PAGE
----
The analysis of two Case-I projects with cost-plus projects have given different results. The levellised tariff of the Lanco Babandh project (Case I) is higher than the similarly placed Sipat power project (cost plus), whereas tariff for the Essar Mahan project (Case I) is lower than the Udupi power project (cost plus). It is difficult to compare any two projects even under the same tariff-determination category, especially for Case-I projects as they involve too many variables in decision-making (source of fuel, location of plant, technology, prevailing market condition impacting interest, operating cost, etc.), limited information is available regarding the strategy followed by the successful bidder, and the uncontrollable risk factors are difficult to quantify, among other things.

The report notes that the trend in tariffs discovered in the Case-I bids depicts that the bidders are now considering a higher risk premium. Up to 2009-10, the levellised tariff for most of the bids was under Rs 3 per kWh (fixed+variable). Meanwhile, in 2012, there was a steep increase and the bids reached about Rs 5 per kWh. This could be largely attributed to the identified risk factors and inclusion of a higher risk premium. This is also being reflected by a number of compensatory tariff petitions pending at the regulatory commissions. One of the key risks facing the Case–I project developers pertains to fuel availability. Under Case-I projects, the developers are required to arrange fuel and also bear the entire risk associated with fuel availability. Although the technical qualification for bidding for Case-I projects requires the bidder to have linkages for the entire capacity, the actual coal supply is often not adequate, which results in lower capacity utilisations. In order to tackle coal shortages, developers procure coal either through e-auctions or blend it with imported coal, which substantially increases the cost of generation. Other way, the developer might chose to operate the plant at a lower plant load factor (PLF), which results in higher per unit fixed cost and lower efficiency. For a 5 per cent reduction in the operating PLF from the normative levels, the returns for developers may reduce by 1-3 per cent, depending on project specifications and operating parameters. Further, the uncontracted capacity under competitively bid projects faces a higher risk of poor power off-take. Around 29,000 MW of commissioned generation capacity is lying uncontracted and the electricity from these projects is being sold on a merchant basis.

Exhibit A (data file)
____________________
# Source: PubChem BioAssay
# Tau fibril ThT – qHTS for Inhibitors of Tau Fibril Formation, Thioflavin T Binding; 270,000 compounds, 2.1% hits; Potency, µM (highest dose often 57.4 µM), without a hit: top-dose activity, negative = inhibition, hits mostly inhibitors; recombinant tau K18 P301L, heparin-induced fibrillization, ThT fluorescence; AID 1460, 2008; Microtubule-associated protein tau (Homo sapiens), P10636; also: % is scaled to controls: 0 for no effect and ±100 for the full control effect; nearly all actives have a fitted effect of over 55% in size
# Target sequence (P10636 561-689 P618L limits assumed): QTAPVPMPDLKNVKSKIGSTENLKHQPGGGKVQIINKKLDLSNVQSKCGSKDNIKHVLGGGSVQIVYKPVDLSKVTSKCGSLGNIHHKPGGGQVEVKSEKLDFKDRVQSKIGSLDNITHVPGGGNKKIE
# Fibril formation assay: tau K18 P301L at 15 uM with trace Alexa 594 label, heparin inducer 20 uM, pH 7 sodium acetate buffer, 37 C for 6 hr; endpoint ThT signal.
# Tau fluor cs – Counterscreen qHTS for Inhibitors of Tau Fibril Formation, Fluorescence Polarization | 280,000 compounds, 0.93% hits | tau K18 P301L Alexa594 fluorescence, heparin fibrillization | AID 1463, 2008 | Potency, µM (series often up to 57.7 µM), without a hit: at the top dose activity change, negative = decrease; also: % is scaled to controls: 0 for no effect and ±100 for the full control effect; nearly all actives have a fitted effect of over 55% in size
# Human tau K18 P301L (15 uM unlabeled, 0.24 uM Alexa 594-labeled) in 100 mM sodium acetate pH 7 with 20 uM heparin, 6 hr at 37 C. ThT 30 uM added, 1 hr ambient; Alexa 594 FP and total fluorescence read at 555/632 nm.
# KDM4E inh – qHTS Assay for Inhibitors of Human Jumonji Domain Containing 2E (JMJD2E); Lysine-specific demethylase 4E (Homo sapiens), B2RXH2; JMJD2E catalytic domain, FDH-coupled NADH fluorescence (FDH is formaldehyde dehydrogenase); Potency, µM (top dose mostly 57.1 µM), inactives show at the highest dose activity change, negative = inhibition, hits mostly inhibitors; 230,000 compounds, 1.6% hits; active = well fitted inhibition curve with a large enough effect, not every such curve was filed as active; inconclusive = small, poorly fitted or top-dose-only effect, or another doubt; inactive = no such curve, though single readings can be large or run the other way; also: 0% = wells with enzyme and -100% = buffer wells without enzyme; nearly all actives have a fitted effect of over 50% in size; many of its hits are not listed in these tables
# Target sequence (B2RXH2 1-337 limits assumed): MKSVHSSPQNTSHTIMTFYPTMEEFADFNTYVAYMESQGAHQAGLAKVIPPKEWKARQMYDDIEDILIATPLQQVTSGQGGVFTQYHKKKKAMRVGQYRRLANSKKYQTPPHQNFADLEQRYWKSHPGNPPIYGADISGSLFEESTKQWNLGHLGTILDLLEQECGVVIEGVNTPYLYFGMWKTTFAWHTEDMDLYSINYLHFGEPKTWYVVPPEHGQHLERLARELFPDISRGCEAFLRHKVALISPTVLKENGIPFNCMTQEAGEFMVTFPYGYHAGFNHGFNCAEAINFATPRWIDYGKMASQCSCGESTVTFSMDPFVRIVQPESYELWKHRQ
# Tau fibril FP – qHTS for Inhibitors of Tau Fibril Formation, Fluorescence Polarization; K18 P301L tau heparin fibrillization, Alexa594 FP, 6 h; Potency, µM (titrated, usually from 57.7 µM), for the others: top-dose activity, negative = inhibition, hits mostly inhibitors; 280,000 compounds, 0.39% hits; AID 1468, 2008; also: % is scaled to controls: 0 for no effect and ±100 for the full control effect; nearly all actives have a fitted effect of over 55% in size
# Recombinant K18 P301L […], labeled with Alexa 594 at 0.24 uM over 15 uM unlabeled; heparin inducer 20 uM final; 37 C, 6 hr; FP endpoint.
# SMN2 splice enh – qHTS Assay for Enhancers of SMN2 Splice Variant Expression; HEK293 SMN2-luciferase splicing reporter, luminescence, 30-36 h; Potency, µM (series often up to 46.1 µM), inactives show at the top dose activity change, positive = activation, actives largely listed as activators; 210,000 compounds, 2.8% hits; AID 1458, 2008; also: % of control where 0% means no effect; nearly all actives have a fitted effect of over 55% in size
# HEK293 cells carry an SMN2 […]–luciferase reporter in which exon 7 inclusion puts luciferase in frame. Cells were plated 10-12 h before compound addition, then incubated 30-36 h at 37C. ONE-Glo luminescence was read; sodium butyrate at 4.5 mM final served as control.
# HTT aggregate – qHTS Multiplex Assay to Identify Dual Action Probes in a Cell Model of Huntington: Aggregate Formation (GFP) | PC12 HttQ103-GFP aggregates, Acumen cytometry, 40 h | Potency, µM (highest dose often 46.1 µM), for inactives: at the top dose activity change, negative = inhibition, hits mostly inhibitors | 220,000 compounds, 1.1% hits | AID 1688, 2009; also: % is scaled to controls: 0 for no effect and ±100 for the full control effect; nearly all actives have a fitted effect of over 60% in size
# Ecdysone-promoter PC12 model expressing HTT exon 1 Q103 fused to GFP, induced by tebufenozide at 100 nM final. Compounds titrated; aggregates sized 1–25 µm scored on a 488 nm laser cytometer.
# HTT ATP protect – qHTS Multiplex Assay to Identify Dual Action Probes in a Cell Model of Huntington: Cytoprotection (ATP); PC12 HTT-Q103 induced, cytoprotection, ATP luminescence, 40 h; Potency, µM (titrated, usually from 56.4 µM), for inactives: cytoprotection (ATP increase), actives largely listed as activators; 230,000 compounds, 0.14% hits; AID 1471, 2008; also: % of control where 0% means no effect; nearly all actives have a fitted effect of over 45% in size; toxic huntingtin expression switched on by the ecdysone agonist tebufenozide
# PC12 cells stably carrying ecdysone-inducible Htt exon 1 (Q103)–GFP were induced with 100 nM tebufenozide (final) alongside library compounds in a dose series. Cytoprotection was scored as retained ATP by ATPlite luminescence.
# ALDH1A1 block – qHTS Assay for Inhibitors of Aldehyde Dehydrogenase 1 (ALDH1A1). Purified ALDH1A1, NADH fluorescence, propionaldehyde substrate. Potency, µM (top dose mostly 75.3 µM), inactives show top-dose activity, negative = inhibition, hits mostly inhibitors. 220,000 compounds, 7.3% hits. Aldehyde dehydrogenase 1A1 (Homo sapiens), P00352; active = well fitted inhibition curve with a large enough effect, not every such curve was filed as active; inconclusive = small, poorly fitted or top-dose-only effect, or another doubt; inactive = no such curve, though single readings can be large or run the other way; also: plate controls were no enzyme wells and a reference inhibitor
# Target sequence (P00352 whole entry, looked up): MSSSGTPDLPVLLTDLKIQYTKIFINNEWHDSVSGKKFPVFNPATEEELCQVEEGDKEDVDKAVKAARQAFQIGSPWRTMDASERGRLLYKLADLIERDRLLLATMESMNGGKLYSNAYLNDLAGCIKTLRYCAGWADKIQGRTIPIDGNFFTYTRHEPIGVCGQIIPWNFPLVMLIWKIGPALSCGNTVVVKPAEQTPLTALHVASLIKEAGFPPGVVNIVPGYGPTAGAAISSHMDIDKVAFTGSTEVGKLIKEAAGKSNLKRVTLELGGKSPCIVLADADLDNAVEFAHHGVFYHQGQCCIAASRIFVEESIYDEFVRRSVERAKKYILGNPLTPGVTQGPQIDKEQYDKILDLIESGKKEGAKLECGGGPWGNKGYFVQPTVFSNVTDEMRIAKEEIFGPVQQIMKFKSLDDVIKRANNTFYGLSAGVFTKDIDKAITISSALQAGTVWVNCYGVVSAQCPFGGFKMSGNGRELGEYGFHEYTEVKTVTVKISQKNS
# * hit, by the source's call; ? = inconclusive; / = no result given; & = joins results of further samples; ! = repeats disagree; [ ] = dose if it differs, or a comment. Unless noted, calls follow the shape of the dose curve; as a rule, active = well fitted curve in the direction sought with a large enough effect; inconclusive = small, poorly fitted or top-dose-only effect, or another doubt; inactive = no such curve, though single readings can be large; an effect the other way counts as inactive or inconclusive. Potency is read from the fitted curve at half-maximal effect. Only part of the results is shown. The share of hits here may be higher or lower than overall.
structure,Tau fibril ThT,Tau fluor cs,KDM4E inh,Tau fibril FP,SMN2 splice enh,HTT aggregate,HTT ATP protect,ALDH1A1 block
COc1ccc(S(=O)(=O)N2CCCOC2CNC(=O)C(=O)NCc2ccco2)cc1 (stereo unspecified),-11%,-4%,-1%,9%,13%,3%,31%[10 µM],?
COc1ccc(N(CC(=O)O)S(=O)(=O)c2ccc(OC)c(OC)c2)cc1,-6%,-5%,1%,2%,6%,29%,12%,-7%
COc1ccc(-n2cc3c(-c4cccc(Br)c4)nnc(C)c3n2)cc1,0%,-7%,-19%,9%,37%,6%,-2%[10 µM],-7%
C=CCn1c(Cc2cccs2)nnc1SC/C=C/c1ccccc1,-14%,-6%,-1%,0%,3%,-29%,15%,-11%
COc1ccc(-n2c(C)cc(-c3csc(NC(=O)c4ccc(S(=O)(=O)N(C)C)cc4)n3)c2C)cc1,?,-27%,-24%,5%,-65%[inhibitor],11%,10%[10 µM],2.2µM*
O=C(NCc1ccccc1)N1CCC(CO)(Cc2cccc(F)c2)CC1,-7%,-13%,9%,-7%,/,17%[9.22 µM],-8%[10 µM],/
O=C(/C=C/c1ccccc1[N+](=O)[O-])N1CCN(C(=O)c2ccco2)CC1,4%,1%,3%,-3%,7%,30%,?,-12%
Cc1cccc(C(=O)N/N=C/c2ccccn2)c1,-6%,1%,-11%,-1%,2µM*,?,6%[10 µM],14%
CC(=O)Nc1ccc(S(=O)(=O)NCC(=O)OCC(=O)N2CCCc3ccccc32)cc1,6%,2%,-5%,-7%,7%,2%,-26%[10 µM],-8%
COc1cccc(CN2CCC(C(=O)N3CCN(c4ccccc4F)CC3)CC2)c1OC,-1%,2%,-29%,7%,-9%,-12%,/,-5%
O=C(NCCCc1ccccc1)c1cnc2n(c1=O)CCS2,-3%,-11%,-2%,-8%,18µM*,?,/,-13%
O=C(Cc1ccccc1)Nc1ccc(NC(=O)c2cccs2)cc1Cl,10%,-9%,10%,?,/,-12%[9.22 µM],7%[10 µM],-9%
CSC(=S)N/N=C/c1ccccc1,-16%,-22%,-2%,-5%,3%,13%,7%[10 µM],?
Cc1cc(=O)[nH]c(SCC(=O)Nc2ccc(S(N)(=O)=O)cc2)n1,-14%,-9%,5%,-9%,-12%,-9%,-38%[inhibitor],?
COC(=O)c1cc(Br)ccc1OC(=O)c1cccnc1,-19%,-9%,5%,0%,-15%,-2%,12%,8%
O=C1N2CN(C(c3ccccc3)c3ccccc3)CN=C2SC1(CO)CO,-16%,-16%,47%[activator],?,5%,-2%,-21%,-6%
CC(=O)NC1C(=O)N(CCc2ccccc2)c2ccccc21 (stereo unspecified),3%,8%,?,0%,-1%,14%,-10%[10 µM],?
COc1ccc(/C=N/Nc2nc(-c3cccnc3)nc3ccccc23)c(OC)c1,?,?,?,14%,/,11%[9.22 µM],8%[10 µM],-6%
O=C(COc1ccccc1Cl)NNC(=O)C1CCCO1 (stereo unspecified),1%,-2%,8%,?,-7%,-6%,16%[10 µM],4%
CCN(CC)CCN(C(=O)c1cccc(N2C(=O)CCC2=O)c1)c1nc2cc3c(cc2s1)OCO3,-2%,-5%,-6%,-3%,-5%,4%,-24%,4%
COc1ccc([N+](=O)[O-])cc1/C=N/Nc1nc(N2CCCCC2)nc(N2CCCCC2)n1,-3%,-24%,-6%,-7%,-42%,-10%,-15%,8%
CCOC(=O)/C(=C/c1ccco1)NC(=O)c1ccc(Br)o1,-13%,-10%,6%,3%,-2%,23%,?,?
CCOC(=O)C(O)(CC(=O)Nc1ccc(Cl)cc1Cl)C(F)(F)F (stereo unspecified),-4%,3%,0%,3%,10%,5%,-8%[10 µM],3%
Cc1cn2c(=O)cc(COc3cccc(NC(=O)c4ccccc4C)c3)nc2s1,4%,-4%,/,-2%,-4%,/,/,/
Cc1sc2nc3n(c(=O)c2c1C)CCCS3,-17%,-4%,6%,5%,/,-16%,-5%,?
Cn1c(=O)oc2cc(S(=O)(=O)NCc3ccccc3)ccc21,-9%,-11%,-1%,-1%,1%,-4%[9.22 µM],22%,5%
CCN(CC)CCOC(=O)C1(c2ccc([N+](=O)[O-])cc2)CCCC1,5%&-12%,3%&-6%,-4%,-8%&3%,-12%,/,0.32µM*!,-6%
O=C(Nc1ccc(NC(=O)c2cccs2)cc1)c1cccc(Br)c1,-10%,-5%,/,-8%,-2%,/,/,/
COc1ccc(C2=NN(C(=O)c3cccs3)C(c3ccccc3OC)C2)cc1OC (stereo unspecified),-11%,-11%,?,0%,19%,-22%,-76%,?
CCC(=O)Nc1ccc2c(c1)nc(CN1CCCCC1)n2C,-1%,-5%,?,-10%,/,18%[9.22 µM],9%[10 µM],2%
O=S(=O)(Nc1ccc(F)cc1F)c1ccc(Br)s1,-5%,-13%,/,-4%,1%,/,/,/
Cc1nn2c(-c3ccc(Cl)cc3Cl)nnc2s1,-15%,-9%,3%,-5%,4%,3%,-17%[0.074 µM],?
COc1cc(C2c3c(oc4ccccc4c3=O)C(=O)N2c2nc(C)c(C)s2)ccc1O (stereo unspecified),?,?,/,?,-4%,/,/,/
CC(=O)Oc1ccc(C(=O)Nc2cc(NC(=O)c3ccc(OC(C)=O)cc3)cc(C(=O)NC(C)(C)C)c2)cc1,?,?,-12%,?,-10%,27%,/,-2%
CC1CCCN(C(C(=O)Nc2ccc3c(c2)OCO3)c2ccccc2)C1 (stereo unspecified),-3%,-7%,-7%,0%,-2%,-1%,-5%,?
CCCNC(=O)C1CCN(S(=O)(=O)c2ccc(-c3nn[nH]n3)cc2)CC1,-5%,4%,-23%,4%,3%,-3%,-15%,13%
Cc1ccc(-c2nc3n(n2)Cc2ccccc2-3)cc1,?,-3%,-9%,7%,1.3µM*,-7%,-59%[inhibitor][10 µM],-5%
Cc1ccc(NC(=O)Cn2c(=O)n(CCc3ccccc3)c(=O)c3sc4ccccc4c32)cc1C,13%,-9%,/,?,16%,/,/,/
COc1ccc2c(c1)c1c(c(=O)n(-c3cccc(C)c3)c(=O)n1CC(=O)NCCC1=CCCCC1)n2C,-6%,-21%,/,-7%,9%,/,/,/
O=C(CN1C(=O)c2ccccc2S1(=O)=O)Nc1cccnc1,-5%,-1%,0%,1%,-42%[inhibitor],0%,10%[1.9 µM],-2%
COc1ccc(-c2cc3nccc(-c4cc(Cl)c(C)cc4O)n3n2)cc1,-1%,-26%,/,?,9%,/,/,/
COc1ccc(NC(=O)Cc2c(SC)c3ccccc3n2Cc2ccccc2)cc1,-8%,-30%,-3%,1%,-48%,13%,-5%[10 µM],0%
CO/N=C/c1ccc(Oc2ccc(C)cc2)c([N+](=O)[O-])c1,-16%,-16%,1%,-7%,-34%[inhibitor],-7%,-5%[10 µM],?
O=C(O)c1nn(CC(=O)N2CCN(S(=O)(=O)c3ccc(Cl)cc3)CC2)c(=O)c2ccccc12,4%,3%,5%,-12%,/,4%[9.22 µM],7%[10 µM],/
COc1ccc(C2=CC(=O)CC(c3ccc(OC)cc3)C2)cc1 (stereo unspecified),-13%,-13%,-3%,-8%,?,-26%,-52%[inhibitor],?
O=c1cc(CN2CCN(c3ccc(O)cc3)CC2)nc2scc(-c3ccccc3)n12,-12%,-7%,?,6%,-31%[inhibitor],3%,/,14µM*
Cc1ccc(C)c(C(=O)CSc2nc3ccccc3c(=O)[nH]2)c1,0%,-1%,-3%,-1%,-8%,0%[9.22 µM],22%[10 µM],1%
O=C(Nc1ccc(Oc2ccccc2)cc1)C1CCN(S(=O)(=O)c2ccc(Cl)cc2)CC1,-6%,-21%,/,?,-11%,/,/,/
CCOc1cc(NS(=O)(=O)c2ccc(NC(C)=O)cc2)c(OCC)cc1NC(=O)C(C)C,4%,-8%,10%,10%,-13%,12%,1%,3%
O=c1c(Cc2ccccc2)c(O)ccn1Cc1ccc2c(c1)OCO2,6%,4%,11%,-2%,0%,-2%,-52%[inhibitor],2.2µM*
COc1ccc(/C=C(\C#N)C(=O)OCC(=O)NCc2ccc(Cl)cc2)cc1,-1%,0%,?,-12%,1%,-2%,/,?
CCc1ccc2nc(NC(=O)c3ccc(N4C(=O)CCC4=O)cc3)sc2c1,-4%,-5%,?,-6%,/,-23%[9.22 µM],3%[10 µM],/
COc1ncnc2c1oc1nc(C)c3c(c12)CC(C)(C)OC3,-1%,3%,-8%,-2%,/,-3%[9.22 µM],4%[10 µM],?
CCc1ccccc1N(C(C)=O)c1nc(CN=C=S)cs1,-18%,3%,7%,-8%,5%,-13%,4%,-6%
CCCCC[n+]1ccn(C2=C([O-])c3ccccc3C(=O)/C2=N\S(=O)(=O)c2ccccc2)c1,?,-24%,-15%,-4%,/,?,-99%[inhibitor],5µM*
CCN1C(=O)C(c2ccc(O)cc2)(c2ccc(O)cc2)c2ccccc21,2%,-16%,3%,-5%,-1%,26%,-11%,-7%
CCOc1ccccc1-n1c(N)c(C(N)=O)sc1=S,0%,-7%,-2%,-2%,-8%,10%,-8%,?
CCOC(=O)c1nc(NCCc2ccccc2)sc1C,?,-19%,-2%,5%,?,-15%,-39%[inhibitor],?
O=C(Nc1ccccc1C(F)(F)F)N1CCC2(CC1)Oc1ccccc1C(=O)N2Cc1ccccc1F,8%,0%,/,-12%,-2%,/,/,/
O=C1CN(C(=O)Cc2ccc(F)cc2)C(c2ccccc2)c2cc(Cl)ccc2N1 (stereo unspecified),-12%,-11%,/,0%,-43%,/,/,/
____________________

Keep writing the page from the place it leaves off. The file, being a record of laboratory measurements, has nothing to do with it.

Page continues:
Key findings for Case-II projects